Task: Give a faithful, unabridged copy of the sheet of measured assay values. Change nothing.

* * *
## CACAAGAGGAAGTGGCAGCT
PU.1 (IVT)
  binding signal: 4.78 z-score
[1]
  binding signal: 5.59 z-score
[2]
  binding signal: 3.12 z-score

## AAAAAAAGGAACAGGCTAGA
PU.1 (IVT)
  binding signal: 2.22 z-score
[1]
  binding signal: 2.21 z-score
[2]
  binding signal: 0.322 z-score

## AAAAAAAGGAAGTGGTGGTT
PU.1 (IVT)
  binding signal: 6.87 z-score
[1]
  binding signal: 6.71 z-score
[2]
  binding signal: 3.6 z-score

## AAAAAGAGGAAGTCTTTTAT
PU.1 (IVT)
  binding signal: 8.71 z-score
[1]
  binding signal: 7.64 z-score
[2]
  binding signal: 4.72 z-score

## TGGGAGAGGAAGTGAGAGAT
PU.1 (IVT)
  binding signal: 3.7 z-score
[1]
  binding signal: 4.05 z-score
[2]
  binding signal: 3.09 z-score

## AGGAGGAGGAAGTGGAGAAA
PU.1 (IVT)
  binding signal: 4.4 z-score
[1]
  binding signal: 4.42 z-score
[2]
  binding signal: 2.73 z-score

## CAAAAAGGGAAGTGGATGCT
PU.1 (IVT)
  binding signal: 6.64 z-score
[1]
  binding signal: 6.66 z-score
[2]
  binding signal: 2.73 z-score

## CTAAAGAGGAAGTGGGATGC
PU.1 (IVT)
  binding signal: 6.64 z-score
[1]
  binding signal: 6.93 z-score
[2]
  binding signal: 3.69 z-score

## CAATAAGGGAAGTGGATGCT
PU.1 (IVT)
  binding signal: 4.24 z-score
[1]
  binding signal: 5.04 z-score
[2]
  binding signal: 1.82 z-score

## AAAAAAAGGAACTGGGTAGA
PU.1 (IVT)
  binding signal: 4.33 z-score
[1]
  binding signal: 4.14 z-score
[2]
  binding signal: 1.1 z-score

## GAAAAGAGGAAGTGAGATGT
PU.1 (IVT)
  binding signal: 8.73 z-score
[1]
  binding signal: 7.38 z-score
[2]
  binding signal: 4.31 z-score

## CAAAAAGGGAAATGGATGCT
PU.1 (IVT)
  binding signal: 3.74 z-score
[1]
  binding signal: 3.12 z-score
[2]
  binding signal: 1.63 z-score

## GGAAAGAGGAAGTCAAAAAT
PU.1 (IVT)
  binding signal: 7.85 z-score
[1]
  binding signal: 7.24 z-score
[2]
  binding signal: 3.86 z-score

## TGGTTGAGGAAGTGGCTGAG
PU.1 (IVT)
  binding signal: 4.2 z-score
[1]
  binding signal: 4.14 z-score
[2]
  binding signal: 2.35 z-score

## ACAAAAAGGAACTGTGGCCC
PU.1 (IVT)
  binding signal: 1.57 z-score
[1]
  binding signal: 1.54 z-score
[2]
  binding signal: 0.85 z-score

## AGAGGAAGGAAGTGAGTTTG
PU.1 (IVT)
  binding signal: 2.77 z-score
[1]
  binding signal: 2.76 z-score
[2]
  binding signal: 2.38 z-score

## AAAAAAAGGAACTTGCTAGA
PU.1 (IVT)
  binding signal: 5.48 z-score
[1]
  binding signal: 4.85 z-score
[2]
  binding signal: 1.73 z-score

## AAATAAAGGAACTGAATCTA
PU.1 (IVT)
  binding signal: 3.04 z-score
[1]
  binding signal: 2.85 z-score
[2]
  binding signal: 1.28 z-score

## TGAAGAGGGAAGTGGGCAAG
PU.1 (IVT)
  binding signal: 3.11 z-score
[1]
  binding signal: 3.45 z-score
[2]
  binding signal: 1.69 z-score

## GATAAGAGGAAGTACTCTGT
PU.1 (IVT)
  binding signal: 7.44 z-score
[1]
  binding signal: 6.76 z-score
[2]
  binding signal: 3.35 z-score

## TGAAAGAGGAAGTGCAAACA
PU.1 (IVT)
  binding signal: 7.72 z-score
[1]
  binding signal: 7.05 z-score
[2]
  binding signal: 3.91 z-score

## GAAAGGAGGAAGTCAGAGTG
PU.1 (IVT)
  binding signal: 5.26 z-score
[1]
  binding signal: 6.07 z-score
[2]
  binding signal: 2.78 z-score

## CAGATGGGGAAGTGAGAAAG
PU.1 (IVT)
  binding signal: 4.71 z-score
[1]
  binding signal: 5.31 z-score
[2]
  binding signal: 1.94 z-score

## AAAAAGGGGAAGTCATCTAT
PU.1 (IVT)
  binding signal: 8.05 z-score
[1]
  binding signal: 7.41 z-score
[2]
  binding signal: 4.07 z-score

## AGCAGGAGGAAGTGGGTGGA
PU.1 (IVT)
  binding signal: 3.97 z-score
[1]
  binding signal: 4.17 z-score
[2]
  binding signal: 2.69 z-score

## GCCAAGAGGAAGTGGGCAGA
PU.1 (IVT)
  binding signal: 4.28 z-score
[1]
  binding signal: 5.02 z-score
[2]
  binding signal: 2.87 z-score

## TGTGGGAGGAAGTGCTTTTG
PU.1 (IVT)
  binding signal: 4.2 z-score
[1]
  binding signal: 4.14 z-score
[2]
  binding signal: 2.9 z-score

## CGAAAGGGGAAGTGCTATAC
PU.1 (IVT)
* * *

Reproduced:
## CACAAGAGGAAGTGGCAGCT
PU.1 (IVT)
  binding signal: 4.78 z-score
[1]
  binding signal: 5.59 z-score
[2]
  binding signal: 3.12 z-score

## AAAAAAAGGAACAGGCTAGA
PU.1 (IVT)
  binding signal: 2.22 z-score
[1]
  binding signal: 2.21 z-score
[2]
  binding signal: 0.322 z-score

## AAAAAAAGGAAGTGGTGGTT
PU.1 (IVT)
  binding signal: 6.87 z-score
[1]
  binding signal: 6.71 z-score
[2]
  binding signal: 3.6 z-score

## AAAAAGAGGAAGTCTTTTAT
PU.1 (IVT)
  binding signal: 8.71 z-score
[1]
  binding signal: 7.64 z-score
[2]
  binding signal: 4.72 z-score

## TGGGAGAGGAAGTGAGAGAT
PU.1 (IVT)
  binding signal: 3.7 z-score
[1]
  binding signal: 4.05 z-score
[2]
  binding signal: 3.09 z-score

## AGGAGGAGGAAGTGGAGAAA
PU.1 (IVT)
  binding signal: 4.4 z-score
[1]
  binding signal: 4.42 z-score
[2]
  binding signal: 2.73 z-score

## CAAAAAGGGAAGTGGATGCT
PU.1 (IVT)
  binding signal: 6.64 z-score
[1]
  binding signal: 6.66 z-score
[2]
  binding signal: 2.73 z-score

## CTAAAGAGGAAGTGGGATGC
PU.1 (IVT)
  binding signal: 6.64 z-score
[1]
  binding signal: 6.93 z-score
[2]
  binding signal: 3.69 z-score

## CAATAAGGGAAGTGGATGCT
PU.1 (IVT)
  binding signal: 4.24 z-score
[1]
  binding signal: 5.04 z-score
[2]
  binding signal: 1.82 z-score

## AAAAAAAGGAACTGGGTAGA
PU.1 (IVT)
  binding signal: 4.33 z-score
[1]
  binding signal: 4.14 z-score
[2]
  binding signal: 1.1 z-score

## GAAAAGAGGAAGTGAGATGT
PU.1 (IVT)
  binding signal: 8.73 z-score
[1]
  binding signal: 7.38 z-score
[2]
  binding signal: 4.31 z-score

## CAAAAAGGGAAATGGATGCT
PU.1 (IVT)
  binding signal: 3.74 z-score
[1]
  binding signal: 3.12 z-score
[2]
  binding signal: 1.63 z-score

## GGAAAGAGGAAGTCAAAAAT
PU.1 (IVT)
  binding signal: 7.85 z-score
[1]
  binding signal: 7.24 z-score
[2]
  binding signal: 3.86 z-score

## TGGTTGAGGAAGTGGCTGAG
PU.1 (IVT)
  binding signal: 4.2 z-score
[1]
  binding signal: 4.14 z-score
[2]
  binding signal: 2.35 z-score

## ACAAAAAGGAACTGTGGCCC
PU.1 (IVT)
  binding signal: 1.57 z-score
[1]
  binding signal: 1.54 z-score
[2]
  binding signal: 0.85 z-score

## AGAGGAAGGAAGTGAGTTTG
PU.1 (IVT)
  binding signal: 2.77 z-score
[1]
  binding signal: 2.76 z-score
[2]
  binding signal: 2.38 z-score

## AAAAAAAGGAACTTGCTAGA
PU.1 (IVT)
  binding signal: 5.48 z-score
[1]
  binding signal: 4.85 z-score
[2]
  binding signal: 1.73 z-score

## AAATAAAGGAACTGAATCTA
PU.1 (IVT)
  binding signal: 3.04 z-score
[1]
  binding signal: 2.85 z-score
[2]
  binding signal: 1.28 z-score

## TGAAGAGGGAAGTGGGCAAG
PU.1 (IVT)
  binding signal: 3.11 z-score
[1]
  binding signal: 3.45 z-score
[2]
  binding signal: 1.69 z-score

## GATAAGAGGAAGTACTCTGT
PU.1 (IVT)
  binding signal: 7.44 z-score
[1]
  binding signal: 6.76 z-score
[2]
  binding signal: 3.35 z-score

## TGAAAGAGGAAGTGCAAACA
PU.1 (IVT)
  binding signal: 7.72 z-score
[1]
  binding signal: 7.05 z-score
[2]
  binding signal: 3.91 z-score

## GAAAGGAGGAAGTCAGAGTG
PU.1 (IVT)
  binding signal: 5.26 z-score
[1]
  binding signal: 6.07 z-score
[2]
  binding signal: 2.78 z-score

## CAGATGGGGAAGTGAGAAAG
PU.1 (IVT)
  binding signal: 4.71 z-score
[1]
  binding signal: 5.31 z-score
[2]
  binding signal: 1.94 z-score

## AAAAAGGGGAAGTCATCTAT
PU.1 (IVT)
  binding signal: 8.05 z-score
[1]
  binding signal: 7.41 z-score
[2]
  binding signal: 4.07 z-score

## AGCAGGAGGAAGTGGGTGGA
PU.1 (IVT)
  binding signal: 3.97 z-score
[1]
  binding signal: 4.17 z-score
[2]
  binding signal: 2.69 z-score

## GCCAAGAGGAAGTGGGCAGA
PU.1 (IVT)
  binding signal: 4.28 z-score
[1]
  binding signal: 5.02 z-score
[2]
  binding signal: 2.87 z-score

## TGTGGGAGGAAGTGCTTTTG
PU.1 (IVT)
  binding signal: 4.2 z-score
[1]
  binding signal: 4.14 z-score
[2]
  binding signal: 2.9 z-score

## CGAAAGGGGAAGTGCTATAC
PU.1 (IVT)